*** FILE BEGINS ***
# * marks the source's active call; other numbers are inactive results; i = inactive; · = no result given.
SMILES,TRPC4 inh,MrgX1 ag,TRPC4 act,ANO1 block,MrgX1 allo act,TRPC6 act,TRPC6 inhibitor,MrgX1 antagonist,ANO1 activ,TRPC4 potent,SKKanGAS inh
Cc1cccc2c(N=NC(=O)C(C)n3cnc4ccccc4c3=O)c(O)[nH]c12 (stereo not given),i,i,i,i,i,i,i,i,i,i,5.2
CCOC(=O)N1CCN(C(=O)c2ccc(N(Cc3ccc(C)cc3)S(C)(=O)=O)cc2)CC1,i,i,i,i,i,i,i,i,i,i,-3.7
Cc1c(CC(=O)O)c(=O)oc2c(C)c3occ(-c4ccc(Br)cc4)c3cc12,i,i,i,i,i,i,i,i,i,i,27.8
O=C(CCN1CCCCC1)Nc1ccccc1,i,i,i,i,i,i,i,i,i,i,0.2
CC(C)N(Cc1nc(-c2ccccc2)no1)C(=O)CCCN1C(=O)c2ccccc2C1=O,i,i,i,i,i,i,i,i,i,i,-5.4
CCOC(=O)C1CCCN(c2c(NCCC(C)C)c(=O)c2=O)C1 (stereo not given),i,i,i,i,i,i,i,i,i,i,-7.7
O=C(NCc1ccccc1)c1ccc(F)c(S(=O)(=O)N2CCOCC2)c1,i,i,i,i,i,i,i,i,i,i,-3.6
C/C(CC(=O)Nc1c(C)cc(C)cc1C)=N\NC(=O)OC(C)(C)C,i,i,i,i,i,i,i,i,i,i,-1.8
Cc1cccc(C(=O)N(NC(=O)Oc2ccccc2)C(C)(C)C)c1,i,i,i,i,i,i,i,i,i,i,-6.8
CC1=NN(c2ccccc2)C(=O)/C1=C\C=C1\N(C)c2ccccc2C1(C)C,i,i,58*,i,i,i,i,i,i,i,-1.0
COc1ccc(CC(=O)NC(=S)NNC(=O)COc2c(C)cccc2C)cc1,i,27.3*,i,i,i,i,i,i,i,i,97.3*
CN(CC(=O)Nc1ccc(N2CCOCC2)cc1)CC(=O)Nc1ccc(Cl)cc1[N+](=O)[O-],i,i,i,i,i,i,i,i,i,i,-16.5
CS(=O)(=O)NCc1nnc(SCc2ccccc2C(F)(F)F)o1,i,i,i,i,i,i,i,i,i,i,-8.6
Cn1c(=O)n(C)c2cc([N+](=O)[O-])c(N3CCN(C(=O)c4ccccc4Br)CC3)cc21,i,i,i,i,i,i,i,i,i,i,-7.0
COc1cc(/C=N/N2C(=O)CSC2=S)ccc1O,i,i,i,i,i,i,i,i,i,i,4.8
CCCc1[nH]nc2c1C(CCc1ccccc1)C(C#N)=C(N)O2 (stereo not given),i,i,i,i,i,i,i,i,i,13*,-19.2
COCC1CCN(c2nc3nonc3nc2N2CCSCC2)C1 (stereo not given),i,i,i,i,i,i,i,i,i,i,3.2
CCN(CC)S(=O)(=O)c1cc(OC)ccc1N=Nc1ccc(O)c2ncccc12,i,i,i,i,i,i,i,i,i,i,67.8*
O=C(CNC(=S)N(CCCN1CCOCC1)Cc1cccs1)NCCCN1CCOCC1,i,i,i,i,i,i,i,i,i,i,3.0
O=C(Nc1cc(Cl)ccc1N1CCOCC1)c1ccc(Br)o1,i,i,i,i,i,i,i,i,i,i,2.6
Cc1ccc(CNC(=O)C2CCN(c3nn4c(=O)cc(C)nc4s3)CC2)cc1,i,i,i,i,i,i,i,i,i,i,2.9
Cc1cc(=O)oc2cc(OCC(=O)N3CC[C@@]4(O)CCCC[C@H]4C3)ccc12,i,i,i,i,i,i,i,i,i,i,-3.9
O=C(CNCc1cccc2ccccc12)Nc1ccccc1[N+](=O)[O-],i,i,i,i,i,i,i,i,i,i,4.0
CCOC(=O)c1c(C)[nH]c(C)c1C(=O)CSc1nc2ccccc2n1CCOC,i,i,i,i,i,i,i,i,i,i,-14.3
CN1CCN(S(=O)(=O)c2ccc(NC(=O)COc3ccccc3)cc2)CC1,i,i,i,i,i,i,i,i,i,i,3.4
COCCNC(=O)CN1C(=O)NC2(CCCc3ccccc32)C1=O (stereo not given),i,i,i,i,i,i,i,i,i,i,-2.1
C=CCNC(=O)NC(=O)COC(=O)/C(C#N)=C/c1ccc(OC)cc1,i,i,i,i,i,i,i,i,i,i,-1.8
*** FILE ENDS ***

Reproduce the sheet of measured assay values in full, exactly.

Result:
# * marks the source's active call; other numbers are inactive results; i = inactive; · = no result given.
SMILES,TRPC4 inh,MrgX1 ag,TRPC4 act,ANO1 block,MrgX1 allo act,TRPC6 act,TRPC6 inhibitor,MrgX1 antagonist,ANO1 activ,TRPC4 potent,SKKanGAS inh
Cc1cccc2c(N=NC(=O)C(C)n3cnc4ccccc4c3=O)c(O)[nH]c12 (stereo not given),i,i,i,i,i,i,i,i,i,i,5.2
CCOC(=O)N1CCN(C(=O)c2ccc(N(Cc3ccc(C)cc3)S(C)(=O)=O)cc2)CC1,i,i,i,i,i,i,i,i,i,i,-3.7
Cc1c(CC(=O)O)c(=O)oc2c(C)c3occ(-c4ccc(Br)cc4)c3cc12,i,i,i,i,i,i,i,i,i,i,27.8
O=C(CCN1CCCCC1)Nc1ccccc1,i,i,i,i,i,i,i,i,i,i,0.2
CC(C)N(Cc1nc(-c2ccccc2)no1)C(=O)CCCN1C(=O)c2ccccc2C1=O,i,i,i,i,i,i,i,i,i,i,-5.4
CCOC(=O)C1CCCN(c2c(NCCC(C)C)c(=O)c2=O)C1 (stereo not given),i,i,i,i,i,i,i,i,i,i,-7.7
O=C(NCc1ccccc1)c1ccc(F)c(S(=O)(=O)N2CCOCC2)c1,i,i,i,i,i,i,i,i,i,i,-3.6
C/C(CC(=O)Nc1c(C)cc(C)cc1C)=N\NC(=O)OC(C)(C)C,i,i,i,i,i,i,i,i,i,i,-1.8
Cc1cccc(C(=O)N(NC(=O)Oc2ccccc2)C(C)(C)C)c1,i,i,i,i,i,i,i,i,i,i,-6.8
CC1=NN(c2ccccc2)C(=O)/C1=C\C=C1\N(C)c2ccccc2C1(C)C,i,i,58*,i,i,i,i,i,i,i,-1.0
COc1ccc(CC(=O)NC(=S)NNC(=O)COc2c(C)cccc2C)cc1,i,27.3*,i,i,i,i,i,i,i,i,97.3*
CN(CC(=O)Nc1ccc(N2CCOCC2)cc1)CC(=O)Nc1ccc(Cl)cc1[N+](=O)[O-],i,i,i,i,i,i,i,i,i,i,-16.5
CS(=O)(=O)NCc1nnc(SCc2ccccc2C(F)(F)F)o1,i,i,i,i,i,i,i,i,i,i,-8.6
Cn1c(=O)n(C)c2cc([N+](=O)[O-])c(N3CCN(C(=O)c4ccccc4Br)CC3)cc21,i,i,i,i,i,i,i,i,i,i,-7.0
COc1cc(/C=N/N2C(=O)CSC2=S)ccc1O,i,i,i,i,i,i,i,i,i,i,4.8
CCCc1[nH]nc2c1C(CCc1ccccc1)C(C#N)=C(N)O2 (stereo not given),i,i,i,i,i,i,i,i,i,13*,-19.2
COCC1CCN(c2nc3nonc3nc2N2CCSCC2)C1 (stereo not given),i,i,i,i,i,i,i,i,i,i,3.2
CCN(CC)S(=O)(=O)c1cc(OC)ccc1N=Nc1ccc(O)c2ncccc12,i,i,i,i,i,i,i,i,i,i,67.8*
O=C(CNC(=S)N(CCCN1CCOCC1)Cc1cccs1)NCCCN1CCOCC1,i,i,i,i,i,i,i,i,i,i,3.0
O=C(Nc1cc(Cl)ccc1N1CCOCC1)c1ccc(Br)o1,i,i,i,i,i,i,i,i,i,i,2.6
Cc1ccc(CNC(=O)C2CCN(c3nn4c(=O)cc(C)nc4s3)CC2)cc1,i,i,i,i,i,i,i,i,i,i,2.9
Cc1cc(=O)oc2cc(OCC(=O)N3CC[C@@]4(O)CCCC[C@H]4C3)ccc12,i,i,i,i,i,i,i,i,i,i,-3.9
O=C(CNCc1cccc2ccccc12)Nc1ccccc1[N+](=O)[O-],i,i,i,i,i,i,i,i,i,i,4.0
CCOC(=O)c1c(C)[nH]c(C)c1C(=O)CSc1nc2ccccc2n1CCOC,i,i,i,i,i,i,i,i,i,i,-14.3
CN1CCN(S(=O)(=O)c2ccc(NC(=O)COc3ccccc3)cc2)CC1,i,i,i,i,i,i,i,i,i,i,3.4
COCCNC(=O)CN1C(=O)NC2(CCCc3ccccc32)C1=O (stereo not given),i,i,i,i,i,i,i,i,i,i,-2.1
C=CCNC(=O)NC(=O)COC(=O)/C(C#N)=C/c1ccc(OC)cc1,i,i,i,i,i,i,i,i,i,i,-1.8